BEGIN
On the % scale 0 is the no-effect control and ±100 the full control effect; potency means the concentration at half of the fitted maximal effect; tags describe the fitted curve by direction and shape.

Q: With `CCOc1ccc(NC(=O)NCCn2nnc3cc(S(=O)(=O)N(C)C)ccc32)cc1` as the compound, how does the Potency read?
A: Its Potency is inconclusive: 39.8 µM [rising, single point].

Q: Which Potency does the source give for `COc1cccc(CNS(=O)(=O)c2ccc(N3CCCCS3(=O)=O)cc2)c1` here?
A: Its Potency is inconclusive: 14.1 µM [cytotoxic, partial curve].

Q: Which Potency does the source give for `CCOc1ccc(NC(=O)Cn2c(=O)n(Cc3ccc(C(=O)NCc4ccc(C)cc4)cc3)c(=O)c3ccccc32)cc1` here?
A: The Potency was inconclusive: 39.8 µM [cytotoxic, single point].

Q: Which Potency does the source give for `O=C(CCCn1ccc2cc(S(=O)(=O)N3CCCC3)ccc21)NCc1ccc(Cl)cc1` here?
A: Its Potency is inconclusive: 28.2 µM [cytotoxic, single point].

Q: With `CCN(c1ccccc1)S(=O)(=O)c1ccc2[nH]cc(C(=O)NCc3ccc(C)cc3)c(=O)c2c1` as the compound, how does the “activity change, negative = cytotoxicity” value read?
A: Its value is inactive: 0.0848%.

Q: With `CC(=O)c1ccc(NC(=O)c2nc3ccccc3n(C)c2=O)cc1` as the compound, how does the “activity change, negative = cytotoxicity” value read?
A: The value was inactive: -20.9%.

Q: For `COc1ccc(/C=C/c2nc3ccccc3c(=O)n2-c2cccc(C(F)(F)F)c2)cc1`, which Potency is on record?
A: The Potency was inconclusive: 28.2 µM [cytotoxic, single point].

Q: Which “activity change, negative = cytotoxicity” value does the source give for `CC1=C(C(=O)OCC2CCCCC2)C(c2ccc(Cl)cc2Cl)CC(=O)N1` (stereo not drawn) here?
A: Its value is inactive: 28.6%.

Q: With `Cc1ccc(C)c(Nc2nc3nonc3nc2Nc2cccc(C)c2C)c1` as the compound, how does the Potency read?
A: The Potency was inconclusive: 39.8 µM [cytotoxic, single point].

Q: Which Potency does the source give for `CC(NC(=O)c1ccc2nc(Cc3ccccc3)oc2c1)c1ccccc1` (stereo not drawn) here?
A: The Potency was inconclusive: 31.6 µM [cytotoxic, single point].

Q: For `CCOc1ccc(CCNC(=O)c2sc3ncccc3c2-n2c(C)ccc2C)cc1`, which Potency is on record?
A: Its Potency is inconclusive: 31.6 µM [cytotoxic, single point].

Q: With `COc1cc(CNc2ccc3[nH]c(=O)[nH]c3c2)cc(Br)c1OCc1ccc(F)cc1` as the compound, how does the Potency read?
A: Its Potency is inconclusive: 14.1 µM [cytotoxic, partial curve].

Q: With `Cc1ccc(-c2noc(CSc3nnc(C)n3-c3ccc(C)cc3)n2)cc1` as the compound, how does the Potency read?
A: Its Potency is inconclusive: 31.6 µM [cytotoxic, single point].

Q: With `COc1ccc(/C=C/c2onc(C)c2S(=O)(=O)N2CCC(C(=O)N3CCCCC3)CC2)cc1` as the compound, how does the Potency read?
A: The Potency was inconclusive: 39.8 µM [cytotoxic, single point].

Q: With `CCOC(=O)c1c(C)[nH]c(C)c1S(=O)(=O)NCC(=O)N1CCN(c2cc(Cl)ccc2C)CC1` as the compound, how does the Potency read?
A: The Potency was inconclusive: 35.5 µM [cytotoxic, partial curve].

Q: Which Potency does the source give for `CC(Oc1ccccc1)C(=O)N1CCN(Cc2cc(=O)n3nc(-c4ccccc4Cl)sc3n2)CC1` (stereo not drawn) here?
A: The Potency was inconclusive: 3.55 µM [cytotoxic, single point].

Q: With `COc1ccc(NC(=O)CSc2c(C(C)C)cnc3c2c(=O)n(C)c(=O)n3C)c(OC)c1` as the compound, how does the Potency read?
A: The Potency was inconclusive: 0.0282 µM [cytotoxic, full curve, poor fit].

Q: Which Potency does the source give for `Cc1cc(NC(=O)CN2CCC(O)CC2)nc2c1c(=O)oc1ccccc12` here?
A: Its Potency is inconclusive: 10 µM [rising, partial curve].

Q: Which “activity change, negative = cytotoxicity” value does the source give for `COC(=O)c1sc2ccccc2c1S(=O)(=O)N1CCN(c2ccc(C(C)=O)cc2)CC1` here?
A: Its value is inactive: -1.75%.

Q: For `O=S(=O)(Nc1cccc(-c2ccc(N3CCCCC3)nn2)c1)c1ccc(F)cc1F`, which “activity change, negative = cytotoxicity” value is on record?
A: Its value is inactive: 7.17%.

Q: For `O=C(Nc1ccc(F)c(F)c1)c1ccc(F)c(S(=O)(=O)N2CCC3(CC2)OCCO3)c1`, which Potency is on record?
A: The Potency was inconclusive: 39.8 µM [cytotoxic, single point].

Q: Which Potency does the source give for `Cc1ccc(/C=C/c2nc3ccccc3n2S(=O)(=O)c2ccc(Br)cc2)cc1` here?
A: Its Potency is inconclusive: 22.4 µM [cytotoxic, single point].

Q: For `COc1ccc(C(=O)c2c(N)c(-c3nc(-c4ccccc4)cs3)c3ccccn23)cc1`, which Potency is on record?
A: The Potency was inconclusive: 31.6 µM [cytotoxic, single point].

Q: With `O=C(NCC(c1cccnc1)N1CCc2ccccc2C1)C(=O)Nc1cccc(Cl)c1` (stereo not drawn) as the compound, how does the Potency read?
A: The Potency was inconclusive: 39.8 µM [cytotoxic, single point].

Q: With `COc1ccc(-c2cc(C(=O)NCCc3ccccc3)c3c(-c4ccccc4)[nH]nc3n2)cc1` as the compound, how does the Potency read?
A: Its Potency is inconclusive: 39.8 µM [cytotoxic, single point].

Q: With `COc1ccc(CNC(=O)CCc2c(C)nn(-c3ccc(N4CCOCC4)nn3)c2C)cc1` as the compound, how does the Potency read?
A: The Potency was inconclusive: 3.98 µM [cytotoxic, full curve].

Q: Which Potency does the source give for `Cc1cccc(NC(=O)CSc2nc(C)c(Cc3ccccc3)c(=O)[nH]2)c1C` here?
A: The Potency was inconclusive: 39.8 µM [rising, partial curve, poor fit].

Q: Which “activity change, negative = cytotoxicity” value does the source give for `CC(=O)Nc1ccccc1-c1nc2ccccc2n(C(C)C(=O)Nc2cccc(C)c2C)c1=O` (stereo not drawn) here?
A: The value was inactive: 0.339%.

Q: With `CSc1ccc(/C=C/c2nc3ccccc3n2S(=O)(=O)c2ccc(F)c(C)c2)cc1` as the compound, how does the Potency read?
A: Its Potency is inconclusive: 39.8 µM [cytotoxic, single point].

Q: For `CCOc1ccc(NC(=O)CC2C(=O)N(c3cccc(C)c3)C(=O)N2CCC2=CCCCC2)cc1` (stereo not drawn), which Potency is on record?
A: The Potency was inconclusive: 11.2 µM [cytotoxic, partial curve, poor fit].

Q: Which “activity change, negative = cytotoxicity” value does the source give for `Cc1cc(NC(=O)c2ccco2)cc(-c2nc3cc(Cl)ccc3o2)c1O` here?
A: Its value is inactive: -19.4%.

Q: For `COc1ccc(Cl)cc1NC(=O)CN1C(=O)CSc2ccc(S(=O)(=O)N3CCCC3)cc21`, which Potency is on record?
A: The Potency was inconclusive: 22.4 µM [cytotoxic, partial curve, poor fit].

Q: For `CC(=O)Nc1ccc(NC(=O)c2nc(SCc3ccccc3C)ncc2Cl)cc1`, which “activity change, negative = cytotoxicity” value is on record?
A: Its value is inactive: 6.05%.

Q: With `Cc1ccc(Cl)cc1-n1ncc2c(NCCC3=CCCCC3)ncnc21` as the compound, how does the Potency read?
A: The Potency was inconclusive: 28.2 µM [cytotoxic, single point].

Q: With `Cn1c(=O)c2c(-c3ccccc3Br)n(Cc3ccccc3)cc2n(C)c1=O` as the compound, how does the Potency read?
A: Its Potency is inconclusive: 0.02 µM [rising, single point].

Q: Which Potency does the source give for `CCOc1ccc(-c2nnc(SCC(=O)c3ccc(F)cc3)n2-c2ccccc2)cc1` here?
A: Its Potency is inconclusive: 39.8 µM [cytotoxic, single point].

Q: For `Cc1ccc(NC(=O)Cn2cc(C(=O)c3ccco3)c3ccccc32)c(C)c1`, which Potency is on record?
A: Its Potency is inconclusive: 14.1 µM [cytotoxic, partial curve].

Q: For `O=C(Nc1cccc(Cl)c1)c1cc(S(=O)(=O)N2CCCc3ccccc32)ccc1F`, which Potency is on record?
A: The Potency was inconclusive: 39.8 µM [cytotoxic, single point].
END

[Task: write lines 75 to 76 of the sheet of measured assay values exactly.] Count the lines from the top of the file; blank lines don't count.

A: Its Potency is inconclusive: 14.1 µM [cytotoxic, partial curve].

Q: For `O=C(Nc1cccc(Cl)c1)c1cc(S(=O)(=O)N2CCCc3ccccc32)ccc1F`, which Potency is on record?